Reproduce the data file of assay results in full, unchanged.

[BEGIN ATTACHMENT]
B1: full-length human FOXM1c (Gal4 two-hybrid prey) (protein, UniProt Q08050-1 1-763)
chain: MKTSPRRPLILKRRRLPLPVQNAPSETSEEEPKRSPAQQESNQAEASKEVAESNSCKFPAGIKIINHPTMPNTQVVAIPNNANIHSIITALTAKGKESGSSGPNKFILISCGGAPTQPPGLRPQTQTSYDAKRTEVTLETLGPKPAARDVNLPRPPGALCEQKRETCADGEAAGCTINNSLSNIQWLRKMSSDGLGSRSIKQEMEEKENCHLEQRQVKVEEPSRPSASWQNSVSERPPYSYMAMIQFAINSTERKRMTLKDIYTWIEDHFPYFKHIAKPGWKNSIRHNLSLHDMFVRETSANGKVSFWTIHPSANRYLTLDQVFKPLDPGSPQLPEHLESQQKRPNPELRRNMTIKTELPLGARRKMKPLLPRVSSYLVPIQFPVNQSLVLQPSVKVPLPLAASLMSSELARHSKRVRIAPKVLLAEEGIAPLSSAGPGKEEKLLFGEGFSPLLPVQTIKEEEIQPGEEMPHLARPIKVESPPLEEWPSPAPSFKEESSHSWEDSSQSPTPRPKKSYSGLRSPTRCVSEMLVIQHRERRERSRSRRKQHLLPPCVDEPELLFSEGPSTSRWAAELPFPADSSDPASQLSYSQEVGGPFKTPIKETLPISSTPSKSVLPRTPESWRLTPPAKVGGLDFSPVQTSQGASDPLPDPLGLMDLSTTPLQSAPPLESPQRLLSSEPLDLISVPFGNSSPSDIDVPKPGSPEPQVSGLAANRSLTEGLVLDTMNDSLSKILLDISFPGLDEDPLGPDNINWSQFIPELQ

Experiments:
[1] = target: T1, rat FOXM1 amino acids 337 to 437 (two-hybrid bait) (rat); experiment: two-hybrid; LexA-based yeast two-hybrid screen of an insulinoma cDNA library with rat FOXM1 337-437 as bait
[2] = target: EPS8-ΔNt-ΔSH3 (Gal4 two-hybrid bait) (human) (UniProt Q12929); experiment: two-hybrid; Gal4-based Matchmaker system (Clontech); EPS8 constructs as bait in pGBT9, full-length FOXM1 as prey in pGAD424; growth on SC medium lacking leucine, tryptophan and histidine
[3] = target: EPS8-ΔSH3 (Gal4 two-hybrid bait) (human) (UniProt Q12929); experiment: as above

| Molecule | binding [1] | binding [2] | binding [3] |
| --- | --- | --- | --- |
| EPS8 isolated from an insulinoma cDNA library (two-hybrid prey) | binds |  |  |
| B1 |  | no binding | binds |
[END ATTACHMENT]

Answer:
B1: full-length human FOXM1c (Gal4 two-hybrid prey) (protein, UniProt Q08050-1 1-763)
chain: MKTSPRRPLILKRRRLPLPVQNAPSETSEEEPKRSPAQQESNQAEASKEVAESNSCKFPAGIKIINHPTMPNTQVVAIPNNANIHSIITALTAKGKESGSSGPNKFILISCGGAPTQPPGLRPQTQTSYDAKRTEVTLETLGPKPAARDVNLPRPPGALCEQKRETCADGEAAGCTINNSLSNIQWLRKMSSDGLGSRSIKQEMEEKENCHLEQRQVKVEEPSRPSASWQNSVSERPPYSYMAMIQFAINSTERKRMTLKDIYTWIEDHFPYFKHIAKPGWKNSIRHNLSLHDMFVRETSANGKVSFWTIHPSANRYLTLDQVFKPLDPGSPQLPEHLESQQKRPNPELRRNMTIKTELPLGARRKMKPLLPRVSSYLVPIQFPVNQSLVLQPSVKVPLPLAASLMSSELARHSKRVRIAPKVLLAEEGIAPLSSAGPGKEEKLLFGEGFSPLLPVQTIKEEEIQPGEEMPHLARPIKVESPPLEEWPSPAPSFKEESSHSWEDSSQSPTPRPKKSYSGLRSPTRCVSEMLVIQHRERRERSRSRRKQHLLPPCVDEPELLFSEGPSTSRWAAELPFPADSSDPASQLSYSQEVGGPFKTPIKETLPISSTPSKSVLPRTPESWRLTPPAKVGGLDFSPVQTSQGASDPLPDPLGLMDLSTTPLQSAPPLESPQRLLSSEPLDLISVPFGNSSPSDIDVPKPGSPEPQVSGLAANRSLTEGLVLDTMNDSLSKILLDISFPGLDEDPLGPDNINWSQFIPELQ

Experiments:
[1] = target: T1, rat FOXM1 amino acids 337 to 437 (two-hybrid bait) (rat); experiment: two-hybrid; LexA-based yeast two-hybrid screen of an insulinoma cDNA library with rat FOXM1 337-437 as bait
[2] = target: EPS8-ΔNt-ΔSH3 (Gal4 two-hybrid bait) (human) (UniProt Q12929); experiment: two-hybrid; Gal4-based Matchmaker system (Clontech); EPS8 constructs as bait in pGBT9, full-length FOXM1 as prey in pGAD424; growth on SC medium lacking leucine, tryptophan and histidine
[3] = target: EPS8-ΔSH3 (Gal4 two-hybrid bait) (human) (UniProt Q12929); experiment: as above

| Molecule | binding [1] | binding [2] | binding [3] |
| --- | --- | --- | --- |
| EPS8 isolated from an insulinoma cDNA library (two-hybrid prey) | binds |  |  |
| B1 |  | no binding | binds |